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Saoirse O'Shea
post Aug 19 2010, 05:22 PM
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QUOTE (The Uncreator @ Aug 19 2010, 03:59 PM) *
...
One of the things I am trying to get around is that when I read my own writing, If I make some minor mistake like using the present tense of a word when I meant to use the past, I will read right over it just because I know what is supposed to be there. So I find myself re-reading a lot just looking for little things like that, Hopefully MS Word will catch it I guess laugh.gif



What works best for me for copy editing is to print it out and copy edit the actual hard copy- could just be me but doing it on a screen I find I miss more.



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thefireball
post Aug 19 2010, 11:17 PM
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QUOTE (The Uncreator @ Aug 19 2010, 10:59 AM) *
One of the things I am trying to get around is that when I read my own writing, If I make some minor mistake like using the present tense of a word when I meant to use the past, I will read right over it just because I know what is supposed to be there. So I find myself re-reading a lot just looking for little things like that, Hopefully MS Word will catch it I guess laugh.gif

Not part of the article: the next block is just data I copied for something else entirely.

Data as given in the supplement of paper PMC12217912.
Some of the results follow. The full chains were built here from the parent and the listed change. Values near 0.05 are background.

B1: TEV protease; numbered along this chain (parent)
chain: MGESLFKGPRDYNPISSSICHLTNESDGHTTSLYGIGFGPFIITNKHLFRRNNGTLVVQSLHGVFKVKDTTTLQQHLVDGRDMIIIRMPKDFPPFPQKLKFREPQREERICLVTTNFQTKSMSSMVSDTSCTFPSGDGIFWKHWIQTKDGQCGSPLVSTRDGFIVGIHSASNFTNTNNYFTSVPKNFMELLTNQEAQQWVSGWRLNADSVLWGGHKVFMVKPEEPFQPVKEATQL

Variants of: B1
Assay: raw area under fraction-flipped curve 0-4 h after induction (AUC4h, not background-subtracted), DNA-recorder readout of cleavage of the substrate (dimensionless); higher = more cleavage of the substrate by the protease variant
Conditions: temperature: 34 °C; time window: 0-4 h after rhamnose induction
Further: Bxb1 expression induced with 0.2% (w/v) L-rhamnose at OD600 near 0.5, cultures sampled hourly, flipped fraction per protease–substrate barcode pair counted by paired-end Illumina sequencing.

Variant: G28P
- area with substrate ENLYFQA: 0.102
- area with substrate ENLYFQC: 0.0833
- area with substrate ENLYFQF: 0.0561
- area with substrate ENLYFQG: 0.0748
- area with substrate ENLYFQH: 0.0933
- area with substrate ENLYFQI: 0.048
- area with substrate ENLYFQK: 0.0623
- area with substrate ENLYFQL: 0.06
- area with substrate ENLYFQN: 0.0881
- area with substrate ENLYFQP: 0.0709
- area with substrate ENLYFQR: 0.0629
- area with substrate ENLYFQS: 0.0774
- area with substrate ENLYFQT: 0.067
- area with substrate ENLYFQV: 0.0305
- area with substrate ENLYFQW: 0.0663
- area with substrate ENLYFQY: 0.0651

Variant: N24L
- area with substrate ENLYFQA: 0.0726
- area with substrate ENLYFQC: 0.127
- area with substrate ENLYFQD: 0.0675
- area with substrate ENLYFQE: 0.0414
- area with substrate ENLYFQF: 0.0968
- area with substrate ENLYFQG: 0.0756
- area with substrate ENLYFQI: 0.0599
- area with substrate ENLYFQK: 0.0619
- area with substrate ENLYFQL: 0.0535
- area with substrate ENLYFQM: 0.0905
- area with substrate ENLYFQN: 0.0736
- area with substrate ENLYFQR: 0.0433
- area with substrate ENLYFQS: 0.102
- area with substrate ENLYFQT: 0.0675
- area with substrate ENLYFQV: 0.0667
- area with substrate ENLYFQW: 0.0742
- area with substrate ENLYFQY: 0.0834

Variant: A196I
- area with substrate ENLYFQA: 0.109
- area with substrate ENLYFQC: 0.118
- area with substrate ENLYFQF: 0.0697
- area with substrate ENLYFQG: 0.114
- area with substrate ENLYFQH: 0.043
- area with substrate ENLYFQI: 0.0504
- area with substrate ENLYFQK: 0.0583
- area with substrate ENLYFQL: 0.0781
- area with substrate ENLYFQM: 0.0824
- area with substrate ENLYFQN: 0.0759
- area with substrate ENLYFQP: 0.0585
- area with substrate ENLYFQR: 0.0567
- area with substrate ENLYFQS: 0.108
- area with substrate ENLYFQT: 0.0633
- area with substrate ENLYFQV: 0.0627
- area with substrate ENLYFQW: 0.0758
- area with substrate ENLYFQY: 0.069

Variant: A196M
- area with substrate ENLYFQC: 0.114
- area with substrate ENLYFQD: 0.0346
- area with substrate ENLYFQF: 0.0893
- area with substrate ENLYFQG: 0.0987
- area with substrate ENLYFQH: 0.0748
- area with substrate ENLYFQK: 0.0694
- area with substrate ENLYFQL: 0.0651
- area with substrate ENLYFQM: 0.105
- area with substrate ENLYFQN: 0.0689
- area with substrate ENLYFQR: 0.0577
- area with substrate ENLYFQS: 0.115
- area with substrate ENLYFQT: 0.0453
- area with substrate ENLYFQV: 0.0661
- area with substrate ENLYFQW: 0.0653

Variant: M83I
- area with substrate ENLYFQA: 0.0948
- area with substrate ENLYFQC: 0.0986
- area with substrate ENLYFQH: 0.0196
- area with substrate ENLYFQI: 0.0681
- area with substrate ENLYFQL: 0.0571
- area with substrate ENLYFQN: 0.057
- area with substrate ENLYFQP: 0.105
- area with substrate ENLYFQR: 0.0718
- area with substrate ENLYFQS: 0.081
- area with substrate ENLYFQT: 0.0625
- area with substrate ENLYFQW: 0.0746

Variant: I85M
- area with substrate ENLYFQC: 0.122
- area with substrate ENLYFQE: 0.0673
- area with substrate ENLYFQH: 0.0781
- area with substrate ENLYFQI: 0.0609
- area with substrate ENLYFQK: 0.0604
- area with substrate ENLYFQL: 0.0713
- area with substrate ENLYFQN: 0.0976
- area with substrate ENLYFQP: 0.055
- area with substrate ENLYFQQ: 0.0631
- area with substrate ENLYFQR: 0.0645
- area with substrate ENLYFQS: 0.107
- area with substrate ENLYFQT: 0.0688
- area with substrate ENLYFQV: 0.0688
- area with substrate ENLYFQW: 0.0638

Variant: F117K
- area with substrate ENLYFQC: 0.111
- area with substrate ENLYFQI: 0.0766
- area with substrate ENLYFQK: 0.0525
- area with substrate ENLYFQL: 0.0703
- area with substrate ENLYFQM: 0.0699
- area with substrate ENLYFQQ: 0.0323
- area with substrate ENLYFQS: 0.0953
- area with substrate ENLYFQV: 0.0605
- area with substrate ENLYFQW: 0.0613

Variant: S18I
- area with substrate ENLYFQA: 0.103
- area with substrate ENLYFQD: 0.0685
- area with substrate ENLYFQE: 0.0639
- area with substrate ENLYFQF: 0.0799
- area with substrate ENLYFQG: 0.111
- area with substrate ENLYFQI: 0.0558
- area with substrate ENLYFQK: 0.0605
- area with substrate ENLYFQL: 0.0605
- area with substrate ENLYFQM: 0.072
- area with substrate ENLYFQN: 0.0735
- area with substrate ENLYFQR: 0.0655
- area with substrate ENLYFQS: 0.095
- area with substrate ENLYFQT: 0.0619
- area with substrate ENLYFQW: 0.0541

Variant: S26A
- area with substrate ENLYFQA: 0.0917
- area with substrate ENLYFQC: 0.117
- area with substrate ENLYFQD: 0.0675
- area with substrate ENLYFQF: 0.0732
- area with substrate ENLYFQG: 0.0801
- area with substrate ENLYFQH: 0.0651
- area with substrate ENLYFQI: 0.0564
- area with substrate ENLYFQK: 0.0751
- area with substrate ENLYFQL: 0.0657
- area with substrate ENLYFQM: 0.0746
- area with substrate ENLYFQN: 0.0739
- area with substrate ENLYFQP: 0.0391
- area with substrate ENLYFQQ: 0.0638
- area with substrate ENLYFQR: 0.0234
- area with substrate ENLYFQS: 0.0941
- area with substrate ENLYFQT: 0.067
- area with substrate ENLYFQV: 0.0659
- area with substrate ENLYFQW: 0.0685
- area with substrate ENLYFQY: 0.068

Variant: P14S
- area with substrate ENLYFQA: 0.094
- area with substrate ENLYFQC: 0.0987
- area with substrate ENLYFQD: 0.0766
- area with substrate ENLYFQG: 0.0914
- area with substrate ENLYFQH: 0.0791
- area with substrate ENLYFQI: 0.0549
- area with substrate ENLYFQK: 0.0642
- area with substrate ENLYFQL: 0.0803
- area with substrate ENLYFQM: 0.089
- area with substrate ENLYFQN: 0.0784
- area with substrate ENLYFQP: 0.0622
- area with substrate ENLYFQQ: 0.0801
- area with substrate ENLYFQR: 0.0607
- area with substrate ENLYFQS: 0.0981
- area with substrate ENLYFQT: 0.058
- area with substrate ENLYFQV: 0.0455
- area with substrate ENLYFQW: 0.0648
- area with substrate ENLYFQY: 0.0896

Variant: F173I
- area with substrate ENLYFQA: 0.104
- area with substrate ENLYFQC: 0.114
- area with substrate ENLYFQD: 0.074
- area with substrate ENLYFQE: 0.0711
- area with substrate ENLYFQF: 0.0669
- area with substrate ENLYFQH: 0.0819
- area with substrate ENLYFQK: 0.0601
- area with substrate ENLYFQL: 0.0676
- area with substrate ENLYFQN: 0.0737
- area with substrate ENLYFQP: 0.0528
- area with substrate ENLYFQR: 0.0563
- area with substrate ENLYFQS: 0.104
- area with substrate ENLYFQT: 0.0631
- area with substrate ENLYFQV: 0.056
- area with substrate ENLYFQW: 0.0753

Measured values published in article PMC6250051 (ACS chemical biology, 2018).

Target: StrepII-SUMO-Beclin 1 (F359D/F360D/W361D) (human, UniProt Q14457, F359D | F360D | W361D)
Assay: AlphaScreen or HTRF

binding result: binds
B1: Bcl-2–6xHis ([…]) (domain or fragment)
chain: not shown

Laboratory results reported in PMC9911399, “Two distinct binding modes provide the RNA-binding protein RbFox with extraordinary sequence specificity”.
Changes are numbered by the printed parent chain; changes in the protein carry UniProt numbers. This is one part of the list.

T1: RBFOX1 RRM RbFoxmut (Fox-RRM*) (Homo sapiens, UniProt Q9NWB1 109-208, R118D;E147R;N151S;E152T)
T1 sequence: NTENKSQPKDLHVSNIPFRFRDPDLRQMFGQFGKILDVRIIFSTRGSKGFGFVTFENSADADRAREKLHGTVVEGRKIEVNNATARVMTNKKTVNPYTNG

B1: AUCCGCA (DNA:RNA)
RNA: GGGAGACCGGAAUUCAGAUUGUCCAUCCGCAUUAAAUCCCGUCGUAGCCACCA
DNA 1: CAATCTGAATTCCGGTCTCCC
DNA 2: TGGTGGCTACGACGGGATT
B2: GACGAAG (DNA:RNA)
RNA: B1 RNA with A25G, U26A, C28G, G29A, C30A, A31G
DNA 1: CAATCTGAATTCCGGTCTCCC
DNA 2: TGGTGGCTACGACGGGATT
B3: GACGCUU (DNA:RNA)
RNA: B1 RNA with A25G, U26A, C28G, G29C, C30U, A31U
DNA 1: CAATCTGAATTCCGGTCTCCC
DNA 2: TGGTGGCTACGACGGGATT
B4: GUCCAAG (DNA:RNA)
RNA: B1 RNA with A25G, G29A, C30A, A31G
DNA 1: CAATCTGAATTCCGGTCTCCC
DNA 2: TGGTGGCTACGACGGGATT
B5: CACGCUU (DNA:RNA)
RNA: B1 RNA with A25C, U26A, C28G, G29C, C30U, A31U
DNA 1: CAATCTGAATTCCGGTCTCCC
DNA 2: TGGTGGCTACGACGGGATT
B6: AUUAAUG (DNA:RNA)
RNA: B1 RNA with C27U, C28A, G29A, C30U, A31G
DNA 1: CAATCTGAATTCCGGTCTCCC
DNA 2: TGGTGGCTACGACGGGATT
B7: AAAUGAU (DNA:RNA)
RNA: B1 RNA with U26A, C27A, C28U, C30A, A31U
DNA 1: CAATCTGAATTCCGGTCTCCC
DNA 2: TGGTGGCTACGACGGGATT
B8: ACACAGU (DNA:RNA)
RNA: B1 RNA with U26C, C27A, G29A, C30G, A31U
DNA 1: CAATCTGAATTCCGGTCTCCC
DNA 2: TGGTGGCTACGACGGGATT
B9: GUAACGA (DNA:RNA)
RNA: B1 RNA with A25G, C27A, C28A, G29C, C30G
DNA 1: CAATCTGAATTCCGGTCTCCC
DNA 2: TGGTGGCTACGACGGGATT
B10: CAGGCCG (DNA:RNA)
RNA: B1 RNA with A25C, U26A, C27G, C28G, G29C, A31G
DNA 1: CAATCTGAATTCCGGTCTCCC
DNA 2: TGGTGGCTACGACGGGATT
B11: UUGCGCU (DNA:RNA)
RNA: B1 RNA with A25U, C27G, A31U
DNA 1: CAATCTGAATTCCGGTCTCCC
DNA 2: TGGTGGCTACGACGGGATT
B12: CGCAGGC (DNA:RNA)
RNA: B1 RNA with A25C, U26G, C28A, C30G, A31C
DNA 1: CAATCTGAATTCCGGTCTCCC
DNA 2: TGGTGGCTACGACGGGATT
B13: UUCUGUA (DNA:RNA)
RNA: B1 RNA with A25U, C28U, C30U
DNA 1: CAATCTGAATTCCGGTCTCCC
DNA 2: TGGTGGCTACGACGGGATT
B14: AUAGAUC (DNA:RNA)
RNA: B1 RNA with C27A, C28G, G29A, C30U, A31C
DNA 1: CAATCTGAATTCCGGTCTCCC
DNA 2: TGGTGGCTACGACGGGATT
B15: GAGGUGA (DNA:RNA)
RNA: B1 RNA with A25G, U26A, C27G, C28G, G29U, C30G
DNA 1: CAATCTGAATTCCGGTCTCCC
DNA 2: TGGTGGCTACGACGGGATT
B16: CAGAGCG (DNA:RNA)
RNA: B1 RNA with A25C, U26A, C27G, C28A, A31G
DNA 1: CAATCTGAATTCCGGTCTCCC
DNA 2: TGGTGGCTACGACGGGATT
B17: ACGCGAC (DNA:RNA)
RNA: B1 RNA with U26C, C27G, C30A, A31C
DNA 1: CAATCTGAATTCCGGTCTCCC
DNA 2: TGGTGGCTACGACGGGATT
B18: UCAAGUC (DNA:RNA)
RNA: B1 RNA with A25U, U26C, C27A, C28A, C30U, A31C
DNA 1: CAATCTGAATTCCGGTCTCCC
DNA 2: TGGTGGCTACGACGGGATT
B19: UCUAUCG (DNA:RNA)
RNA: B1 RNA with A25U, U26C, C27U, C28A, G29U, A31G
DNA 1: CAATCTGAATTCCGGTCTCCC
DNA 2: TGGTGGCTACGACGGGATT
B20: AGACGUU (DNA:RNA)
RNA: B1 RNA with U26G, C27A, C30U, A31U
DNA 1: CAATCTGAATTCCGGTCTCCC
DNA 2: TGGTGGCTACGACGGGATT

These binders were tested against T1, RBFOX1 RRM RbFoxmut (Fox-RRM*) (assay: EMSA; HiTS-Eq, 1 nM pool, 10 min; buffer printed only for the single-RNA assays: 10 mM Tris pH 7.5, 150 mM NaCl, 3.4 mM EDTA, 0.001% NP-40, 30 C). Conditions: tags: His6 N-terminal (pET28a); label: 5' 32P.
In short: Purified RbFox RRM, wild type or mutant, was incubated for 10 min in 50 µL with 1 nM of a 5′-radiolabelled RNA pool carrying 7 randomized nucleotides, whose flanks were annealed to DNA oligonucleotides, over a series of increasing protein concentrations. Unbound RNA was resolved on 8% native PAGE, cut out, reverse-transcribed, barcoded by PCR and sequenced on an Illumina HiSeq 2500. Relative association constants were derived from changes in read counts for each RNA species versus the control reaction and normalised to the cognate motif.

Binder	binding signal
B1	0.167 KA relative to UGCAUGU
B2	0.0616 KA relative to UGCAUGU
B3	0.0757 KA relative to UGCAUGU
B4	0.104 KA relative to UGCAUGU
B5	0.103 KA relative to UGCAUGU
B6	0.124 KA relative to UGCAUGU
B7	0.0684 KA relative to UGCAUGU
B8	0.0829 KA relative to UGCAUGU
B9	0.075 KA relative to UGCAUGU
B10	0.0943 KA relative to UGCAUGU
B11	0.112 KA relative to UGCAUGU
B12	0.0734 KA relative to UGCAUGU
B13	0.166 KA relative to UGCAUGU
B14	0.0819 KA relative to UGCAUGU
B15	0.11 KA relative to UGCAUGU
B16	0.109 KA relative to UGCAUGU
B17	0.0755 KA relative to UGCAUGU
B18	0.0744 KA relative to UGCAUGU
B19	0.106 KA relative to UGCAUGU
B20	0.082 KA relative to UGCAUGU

I completely understand. This is why it is important, if at all possible, to have a friend read through it for you. smile.gif That will help a lot.


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Saoirse O'Shea
post Aug 20 2010, 10:50 AM
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QUOTE (thefireball @ Aug 19 2010, 10:17 PM) *
I completely understand. This is why it is important, if at all possible, to have a friend read through it for you. smile.gif That will help a lot.


That can help but it depends on how accurate and skilled the friend is at copy editing. It also presumes quite a lot on the friendship/relationship as copy editing is quite intensive and skilled work. I copy edit my wife's work and to put some sort of numbers to this it takes me 1 hour to copy edit 5-10, A4, 1&1/2 spaced ,TNR 10 font, typed manuscript pages. I usually need a break after 2 hours since if I don't I find that I end up with a splitting headache.

Relying on MS Word though - scary wink.gif .